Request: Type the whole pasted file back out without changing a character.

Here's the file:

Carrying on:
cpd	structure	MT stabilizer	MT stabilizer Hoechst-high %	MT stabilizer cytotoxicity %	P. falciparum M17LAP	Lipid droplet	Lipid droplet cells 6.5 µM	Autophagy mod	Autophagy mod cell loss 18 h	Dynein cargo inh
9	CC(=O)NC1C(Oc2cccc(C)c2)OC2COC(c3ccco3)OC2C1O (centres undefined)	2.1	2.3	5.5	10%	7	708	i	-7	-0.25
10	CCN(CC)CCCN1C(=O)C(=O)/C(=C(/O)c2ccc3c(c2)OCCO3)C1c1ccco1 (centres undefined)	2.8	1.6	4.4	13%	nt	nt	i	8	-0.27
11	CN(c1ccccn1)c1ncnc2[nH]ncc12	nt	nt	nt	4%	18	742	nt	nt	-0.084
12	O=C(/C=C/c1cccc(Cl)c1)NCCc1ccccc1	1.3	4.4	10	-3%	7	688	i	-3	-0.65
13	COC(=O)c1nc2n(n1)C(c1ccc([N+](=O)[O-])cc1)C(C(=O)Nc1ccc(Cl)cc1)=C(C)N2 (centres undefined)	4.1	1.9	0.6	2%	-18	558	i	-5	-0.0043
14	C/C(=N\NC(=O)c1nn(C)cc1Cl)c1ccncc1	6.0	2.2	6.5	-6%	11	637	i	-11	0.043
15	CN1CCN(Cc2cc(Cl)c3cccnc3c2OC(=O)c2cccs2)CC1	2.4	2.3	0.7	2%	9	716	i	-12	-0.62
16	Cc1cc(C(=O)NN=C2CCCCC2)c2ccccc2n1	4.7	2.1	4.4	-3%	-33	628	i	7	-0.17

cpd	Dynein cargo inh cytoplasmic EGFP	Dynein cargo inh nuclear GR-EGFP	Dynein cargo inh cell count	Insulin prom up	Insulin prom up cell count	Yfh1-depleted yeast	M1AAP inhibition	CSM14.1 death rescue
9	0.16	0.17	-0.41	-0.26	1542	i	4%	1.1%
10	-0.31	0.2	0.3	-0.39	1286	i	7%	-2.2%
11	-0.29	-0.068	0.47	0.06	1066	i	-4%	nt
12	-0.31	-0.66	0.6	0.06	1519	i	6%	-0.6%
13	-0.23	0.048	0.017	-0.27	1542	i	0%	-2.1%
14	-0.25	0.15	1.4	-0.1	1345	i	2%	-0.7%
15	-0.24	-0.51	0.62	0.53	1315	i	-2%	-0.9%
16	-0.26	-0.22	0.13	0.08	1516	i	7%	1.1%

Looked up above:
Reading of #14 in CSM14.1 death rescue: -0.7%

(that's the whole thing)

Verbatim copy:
Carrying on:
cpd	structure	MT stabilizer	MT stabilizer Hoechst-high %	MT stabilizer cytotoxicity %	P. falciparum M17LAP	Lipid droplet	Lipid droplet cells 6.5 µM	Autophagy mod	Autophagy mod cell loss 18 h	Dynein cargo inh
9	CC(=O)NC1C(Oc2cccc(C)c2)OC2COC(c3ccco3)OC2C1O (centres undefined)	2.1	2.3	5.5	10%	7	708	i	-7	-0.25
10	CCN(CC)CCCN1C(=O)C(=O)/C(=C(/O)c2ccc3c(c2)OCCO3)C1c1ccco1 (centres undefined)	2.8	1.6	4.4	13%	nt	nt	i	8	-0.27
11	CN(c1ccccn1)c1ncnc2[nH]ncc12	nt	nt	nt	4%	18	742	nt	nt	-0.084
12	O=C(/C=C/c1cccc(Cl)c1)NCCc1ccccc1	1.3	4.4	10	-3%	7	688	i	-3	-0.65
13	COC(=O)c1nc2n(n1)C(c1ccc([N+](=O)[O-])cc1)C(C(=O)Nc1ccc(Cl)cc1)=C(C)N2 (centres undefined)	4.1	1.9	0.6	2%	-18	558	i	-5	-0.0043
14	C/C(=N\NC(=O)c1nn(C)cc1Cl)c1ccncc1	6.0	2.2	6.5	-6%	11	637	i	-11	0.043
15	CN1CCN(Cc2cc(Cl)c3cccnc3c2OC(=O)c2cccs2)CC1	2.4	2.3	0.7	2%	9	716	i	-12	-0.62
16	Cc1cc(C(=O)NN=C2CCCCC2)c2ccccc2n1	4.7	2.1	4.4	-3%	-33	628	i	7	-0.17

cpd	Dynein cargo inh cytoplasmic EGFP	Dynein cargo inh nuclear GR-EGFP	Dynein cargo inh cell count	Insulin prom up	Insulin prom up cell count	Yfh1-depleted yeast	M1AAP inhibition	CSM14.1 death rescue
9	0.16	0.17	-0.41	-0.26	1542	i	4%	1.1%
10	-0.31	0.2	0.3	-0.39	1286	i	7%	-2.2%
11	-0.29	-0.068	0.47	0.06	1066	i	-4%	nt
12	-0.31	-0.66	0.6	0.06	1519	i	6%	-0.6%
13	-0.23	0.048	0.017	-0.27	1542	i	0%	-2.1%
14	-0.25	0.15	1.4	-0.1	1345	i	2%	-0.7%
15	-0.24	-0.51	0.62	0.53	1315	i	-2%	-0.9%
16	-0.26	-0.22	0.13	0.08	1516	i	7%	1.1%

Looked up above:
Reading of #14 in CSM14.1 death rescue: -0.7%